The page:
Sure, there are the some hot-button issues on the agenda at the Capitol this year: restricting abortion, funding transportation and allowing smoking outside of your own bathroom.
And there's the amusing sideshow of watching the House Speaker Jake Flake clumsily swat at renegade Republicans Pete Hershberger and Tom O'Halleran.
But that's all obscuring the big job facing lawmakers: forging a state budget.
Gov. Janet Napolitano has proposed a $7.2 billion budget that includes mandated increases in education and health-care funding; raises for state employees; more money for universities; an increase in spending on day-care programs; and all-day kindergarten. To cover the new costs, Napolitano once again wants to shift some funds around, roll over some bills into the next fiscal year and borrow money to cover the costs of big-ticket items like school construction.
GOP lawmakers propose to spend roughly the same amount of money, but rather than borrow money to cover some of the costs, they freeze spending in most departments beyond the mandated increases in education and health care.
Although they're less generous than Napolitano, Republicans have abandoned last year's strategy of trying to deeply slash state spending--perhaps because that strategy turned into a public-relations nightmare, or perhaps because it's an election year, so they'd like to wrap up the session a little earlier this year.
Compared to recent years, when shortfalls forced mid-year cuts, there's actually good financial news at the Capitol: The state is doing better than expected halfway through the current fiscal year, which ends in June. The most recent report from the Joint Legislative Budget Committee, the number crunchers who monitor the state's finances, shows that revenues are about $120 million higher the original projections, and more than $233 million more than the same period last year.
The bad news: Mandated increases in education and health care, combined with climbing costs for prisons, mean the state is still facing what's being called the "structural deficit." Essentially, demands for state spending are still growing faster than revenues.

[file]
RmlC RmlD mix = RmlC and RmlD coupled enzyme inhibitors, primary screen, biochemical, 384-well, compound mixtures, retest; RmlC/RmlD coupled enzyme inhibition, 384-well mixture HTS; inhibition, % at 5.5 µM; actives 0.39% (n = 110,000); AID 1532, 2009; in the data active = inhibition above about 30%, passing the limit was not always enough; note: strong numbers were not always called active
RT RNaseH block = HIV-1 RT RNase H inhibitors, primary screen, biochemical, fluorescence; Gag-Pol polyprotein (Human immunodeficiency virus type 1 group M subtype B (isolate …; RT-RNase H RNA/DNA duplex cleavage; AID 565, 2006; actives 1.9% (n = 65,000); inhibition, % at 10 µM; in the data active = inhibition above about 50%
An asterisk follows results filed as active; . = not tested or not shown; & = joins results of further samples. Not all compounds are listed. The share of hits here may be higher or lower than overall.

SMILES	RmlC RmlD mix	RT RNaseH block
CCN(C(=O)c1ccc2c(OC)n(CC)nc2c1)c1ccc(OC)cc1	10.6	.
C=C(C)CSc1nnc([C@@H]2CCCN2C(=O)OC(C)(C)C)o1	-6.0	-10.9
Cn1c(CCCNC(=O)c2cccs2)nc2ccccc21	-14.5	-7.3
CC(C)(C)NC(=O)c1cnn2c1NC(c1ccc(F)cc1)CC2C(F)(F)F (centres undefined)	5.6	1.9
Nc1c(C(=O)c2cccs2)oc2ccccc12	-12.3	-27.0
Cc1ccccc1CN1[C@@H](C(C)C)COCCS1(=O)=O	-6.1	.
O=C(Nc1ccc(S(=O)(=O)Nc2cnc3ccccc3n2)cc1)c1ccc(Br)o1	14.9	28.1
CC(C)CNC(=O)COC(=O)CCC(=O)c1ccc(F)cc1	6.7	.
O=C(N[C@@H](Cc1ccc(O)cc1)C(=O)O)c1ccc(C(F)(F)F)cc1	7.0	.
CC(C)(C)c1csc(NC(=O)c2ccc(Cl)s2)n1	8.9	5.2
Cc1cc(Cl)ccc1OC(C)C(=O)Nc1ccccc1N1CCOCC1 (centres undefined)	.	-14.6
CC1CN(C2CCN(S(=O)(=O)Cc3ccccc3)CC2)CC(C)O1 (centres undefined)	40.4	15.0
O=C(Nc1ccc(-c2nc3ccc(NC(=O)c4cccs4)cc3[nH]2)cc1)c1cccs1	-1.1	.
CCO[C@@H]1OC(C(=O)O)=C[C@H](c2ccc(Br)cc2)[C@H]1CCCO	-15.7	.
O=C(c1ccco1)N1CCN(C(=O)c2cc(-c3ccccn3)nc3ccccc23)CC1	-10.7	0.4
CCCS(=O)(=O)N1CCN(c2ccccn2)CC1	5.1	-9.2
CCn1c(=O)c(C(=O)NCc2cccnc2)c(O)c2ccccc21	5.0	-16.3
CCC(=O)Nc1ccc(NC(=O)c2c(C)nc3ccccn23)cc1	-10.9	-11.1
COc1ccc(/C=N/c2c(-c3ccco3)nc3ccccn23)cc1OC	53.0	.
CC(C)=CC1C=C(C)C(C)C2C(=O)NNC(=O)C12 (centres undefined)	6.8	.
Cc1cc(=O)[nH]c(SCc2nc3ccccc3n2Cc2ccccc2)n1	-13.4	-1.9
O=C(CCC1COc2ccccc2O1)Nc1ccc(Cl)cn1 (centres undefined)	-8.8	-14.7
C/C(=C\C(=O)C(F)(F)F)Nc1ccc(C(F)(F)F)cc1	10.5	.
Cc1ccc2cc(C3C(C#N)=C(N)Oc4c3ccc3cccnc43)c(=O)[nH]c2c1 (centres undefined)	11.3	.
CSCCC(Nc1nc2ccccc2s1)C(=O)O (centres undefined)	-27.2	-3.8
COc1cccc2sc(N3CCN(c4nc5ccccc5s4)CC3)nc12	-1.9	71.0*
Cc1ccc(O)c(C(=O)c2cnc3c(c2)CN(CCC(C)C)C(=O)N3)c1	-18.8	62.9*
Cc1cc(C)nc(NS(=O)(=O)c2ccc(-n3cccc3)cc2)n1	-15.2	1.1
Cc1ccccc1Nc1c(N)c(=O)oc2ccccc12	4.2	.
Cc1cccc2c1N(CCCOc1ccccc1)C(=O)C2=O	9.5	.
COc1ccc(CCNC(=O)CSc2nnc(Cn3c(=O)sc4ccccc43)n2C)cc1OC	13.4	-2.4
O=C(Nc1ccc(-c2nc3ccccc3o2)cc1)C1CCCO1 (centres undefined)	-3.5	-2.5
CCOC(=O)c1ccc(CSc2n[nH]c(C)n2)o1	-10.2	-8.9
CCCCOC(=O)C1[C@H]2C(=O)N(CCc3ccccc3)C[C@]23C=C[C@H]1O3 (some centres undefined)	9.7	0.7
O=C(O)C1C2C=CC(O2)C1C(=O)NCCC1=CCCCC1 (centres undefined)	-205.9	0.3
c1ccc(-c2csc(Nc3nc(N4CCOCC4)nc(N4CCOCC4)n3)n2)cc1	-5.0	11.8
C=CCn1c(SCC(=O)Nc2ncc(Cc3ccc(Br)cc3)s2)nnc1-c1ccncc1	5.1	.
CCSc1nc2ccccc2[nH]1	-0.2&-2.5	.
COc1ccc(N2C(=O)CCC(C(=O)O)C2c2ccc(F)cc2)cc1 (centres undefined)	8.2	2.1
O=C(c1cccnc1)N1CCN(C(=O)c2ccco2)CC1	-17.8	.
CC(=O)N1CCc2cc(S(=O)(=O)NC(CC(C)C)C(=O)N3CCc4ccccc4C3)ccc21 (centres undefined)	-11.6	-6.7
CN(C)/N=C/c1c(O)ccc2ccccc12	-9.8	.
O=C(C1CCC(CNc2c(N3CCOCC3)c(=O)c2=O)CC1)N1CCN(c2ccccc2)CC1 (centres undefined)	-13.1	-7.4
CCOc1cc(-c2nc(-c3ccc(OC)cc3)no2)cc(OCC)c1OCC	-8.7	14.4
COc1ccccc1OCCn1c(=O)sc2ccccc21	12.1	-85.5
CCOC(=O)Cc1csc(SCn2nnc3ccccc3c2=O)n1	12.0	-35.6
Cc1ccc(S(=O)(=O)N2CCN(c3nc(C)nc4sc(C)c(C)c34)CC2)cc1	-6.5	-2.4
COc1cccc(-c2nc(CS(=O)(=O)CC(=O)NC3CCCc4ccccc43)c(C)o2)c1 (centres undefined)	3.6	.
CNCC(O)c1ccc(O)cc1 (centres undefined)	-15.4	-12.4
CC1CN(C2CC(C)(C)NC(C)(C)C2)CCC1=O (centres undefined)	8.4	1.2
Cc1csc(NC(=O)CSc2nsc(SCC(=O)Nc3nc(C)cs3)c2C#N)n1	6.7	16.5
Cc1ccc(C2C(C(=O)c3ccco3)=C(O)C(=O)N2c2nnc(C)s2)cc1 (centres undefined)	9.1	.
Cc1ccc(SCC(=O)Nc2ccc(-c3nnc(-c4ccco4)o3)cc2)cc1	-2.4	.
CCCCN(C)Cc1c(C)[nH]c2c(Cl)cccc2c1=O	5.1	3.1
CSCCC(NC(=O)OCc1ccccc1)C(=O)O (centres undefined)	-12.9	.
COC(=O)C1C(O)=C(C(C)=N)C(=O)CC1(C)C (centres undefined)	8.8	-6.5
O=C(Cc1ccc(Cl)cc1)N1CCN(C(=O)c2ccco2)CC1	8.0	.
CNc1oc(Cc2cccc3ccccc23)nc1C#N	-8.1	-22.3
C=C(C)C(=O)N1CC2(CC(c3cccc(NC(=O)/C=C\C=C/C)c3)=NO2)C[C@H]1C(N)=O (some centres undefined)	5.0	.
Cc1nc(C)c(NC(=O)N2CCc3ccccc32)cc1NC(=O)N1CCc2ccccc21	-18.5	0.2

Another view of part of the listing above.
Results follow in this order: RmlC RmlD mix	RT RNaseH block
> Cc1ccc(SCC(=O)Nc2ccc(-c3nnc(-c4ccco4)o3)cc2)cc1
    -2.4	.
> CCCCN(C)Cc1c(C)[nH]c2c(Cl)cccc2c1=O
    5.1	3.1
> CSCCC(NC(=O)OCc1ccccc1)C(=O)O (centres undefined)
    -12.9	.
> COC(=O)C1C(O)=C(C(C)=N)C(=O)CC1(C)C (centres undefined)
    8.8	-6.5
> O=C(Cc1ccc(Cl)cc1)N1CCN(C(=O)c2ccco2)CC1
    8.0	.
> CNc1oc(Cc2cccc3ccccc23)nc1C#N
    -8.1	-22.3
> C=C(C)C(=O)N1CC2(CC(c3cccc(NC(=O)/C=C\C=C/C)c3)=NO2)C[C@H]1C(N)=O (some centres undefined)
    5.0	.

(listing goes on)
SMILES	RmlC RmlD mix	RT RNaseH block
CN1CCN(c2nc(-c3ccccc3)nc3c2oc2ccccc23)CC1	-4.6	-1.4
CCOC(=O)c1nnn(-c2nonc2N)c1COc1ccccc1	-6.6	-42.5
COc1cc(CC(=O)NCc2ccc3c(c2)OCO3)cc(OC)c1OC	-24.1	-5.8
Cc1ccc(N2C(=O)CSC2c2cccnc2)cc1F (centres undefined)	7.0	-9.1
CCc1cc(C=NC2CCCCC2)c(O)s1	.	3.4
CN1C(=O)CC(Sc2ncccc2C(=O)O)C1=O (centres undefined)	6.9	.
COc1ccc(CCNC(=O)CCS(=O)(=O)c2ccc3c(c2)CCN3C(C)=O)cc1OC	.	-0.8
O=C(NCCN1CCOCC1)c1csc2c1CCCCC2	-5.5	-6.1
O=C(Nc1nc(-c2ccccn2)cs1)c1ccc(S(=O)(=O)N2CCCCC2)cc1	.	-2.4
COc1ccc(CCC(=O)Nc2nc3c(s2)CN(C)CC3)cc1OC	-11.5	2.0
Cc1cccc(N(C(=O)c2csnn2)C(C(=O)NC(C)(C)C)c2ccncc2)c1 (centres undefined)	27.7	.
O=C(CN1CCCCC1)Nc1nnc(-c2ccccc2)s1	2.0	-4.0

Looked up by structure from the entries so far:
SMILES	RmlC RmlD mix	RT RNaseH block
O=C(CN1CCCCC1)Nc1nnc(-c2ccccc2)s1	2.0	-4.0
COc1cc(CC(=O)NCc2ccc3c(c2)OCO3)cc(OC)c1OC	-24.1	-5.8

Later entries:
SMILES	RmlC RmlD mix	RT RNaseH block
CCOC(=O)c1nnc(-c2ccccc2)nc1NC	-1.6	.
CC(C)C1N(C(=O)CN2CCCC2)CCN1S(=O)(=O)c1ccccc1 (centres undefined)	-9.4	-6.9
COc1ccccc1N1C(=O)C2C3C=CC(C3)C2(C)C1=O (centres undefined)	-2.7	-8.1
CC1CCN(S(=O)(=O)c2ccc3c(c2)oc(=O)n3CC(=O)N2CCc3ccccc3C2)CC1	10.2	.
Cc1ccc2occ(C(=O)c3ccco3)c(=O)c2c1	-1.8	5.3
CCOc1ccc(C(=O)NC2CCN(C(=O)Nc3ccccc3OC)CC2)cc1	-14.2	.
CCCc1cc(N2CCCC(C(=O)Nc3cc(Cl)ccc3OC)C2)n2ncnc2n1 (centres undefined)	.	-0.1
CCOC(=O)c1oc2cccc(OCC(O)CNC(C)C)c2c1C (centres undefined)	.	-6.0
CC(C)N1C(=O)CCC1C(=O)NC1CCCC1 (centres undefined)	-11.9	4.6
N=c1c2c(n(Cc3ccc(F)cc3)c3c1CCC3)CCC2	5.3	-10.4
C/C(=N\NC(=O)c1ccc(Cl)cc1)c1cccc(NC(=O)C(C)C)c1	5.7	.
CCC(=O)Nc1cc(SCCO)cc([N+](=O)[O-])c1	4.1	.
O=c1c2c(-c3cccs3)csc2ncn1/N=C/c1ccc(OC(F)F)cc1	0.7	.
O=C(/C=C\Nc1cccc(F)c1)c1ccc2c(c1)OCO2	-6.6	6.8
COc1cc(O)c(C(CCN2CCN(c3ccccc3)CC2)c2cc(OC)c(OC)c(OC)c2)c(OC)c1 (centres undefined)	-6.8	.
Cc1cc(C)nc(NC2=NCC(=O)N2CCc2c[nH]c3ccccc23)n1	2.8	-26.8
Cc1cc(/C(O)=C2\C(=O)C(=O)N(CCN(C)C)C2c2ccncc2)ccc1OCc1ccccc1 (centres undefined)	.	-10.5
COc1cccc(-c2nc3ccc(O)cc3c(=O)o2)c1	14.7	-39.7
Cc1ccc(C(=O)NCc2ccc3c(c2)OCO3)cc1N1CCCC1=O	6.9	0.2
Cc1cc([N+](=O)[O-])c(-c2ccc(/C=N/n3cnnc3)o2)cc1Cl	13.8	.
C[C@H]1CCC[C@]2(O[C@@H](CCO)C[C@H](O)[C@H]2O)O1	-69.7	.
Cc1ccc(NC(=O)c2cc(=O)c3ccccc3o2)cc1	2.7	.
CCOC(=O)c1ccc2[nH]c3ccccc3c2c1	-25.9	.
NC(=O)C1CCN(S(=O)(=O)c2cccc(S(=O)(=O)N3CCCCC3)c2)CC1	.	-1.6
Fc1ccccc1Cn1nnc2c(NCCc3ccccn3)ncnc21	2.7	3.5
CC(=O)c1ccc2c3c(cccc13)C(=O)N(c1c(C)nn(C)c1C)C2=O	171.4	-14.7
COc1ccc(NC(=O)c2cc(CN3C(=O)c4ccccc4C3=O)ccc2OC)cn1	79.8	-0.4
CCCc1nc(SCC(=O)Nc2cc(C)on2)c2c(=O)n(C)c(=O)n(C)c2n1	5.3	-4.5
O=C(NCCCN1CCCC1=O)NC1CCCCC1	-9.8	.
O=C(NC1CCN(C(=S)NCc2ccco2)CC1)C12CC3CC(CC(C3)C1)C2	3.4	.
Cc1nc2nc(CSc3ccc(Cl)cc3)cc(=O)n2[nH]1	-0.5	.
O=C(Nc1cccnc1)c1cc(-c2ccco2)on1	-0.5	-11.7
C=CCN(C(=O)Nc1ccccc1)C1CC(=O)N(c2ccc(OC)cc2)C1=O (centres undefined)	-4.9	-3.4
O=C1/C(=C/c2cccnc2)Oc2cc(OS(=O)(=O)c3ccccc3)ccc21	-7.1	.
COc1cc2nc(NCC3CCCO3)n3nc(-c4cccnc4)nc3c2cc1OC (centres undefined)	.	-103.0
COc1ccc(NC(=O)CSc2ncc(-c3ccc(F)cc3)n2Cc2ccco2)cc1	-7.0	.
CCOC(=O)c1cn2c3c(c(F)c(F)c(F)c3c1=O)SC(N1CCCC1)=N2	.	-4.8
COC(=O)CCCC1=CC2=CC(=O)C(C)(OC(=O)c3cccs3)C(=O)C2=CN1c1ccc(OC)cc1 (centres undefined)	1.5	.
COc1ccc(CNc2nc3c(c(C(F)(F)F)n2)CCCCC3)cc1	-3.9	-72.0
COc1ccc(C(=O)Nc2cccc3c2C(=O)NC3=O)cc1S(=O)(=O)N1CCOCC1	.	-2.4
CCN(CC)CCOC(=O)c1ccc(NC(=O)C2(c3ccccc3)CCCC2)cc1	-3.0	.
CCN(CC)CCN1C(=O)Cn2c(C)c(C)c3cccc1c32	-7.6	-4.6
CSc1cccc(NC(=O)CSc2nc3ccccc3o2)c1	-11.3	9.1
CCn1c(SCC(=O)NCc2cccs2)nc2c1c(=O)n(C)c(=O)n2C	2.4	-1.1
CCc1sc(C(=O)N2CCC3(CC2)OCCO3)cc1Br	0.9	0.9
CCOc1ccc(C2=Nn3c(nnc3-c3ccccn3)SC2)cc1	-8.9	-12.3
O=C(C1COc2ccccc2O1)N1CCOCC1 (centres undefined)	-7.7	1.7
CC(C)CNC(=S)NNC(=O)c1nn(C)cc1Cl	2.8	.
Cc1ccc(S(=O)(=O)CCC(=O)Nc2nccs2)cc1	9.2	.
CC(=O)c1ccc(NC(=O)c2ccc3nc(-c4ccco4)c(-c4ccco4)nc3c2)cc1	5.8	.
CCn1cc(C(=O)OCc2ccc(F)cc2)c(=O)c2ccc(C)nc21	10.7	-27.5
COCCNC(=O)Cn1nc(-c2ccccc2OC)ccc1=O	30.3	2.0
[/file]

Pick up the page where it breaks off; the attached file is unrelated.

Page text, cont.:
Education, for example, requires some $195 million in new spending; school construction is another $94 million; and health care requires an additional $285 million, according to Joint Legislative Budget Committee estimates.
State officials estimate that revenues will be only $6.9 billion, leaving a shortfall in the neighborhood of $300 million.
The ongoing structural deficit highlights problems in the state's tax structure. During her 2002 gubernatorial campaign, Napolitano promised to reform state's tax code; after she took office last year, she assembled the Citizens Finance Reform Commission to study ways to streamline the system.
The commission recently released a list of 36 recommendations to improve the tax structure. Among the suggestions: trimming property taxes on businesses, enacting a new property tax to build new schools, expanding the sales tax to include services now exempt such as haircuts and pet grooming, eliminating most corporate and personal tax credits, and reviewing current tax credits for donations to private schools. The group also suggested repealing the current constitutional requirement that any tax increase pass the Legislature by a two-thirds vote.
Napolitano has already announced she won't push for any of the tax reforms this year, but some lawmakers have introduced legislation that mirror a few of the recommendations, including cuts in business property taxes.
In general, Republicans have simpler ideas about tax reform. They've recycled two proposals that were shot down last year, both of which would require voter approval in November if they pass both the House and Senate.
First there's the "Taxpayer Bill of Rights" (House Concurrent Resolution 2032), which would limit budget growth to the rate of inflation, adjusted for population increases. The resolution has passed two House committees and is awaiting further action.
Then there's House Concurrent Resolution 2016, which would ask voters to limit their ability to raise taxes at the ballot box by requiring a two-thirds majority to raise any taxes. Given that few measures have ever crossed that hurdle, it would effectively lock in the current tax code forever.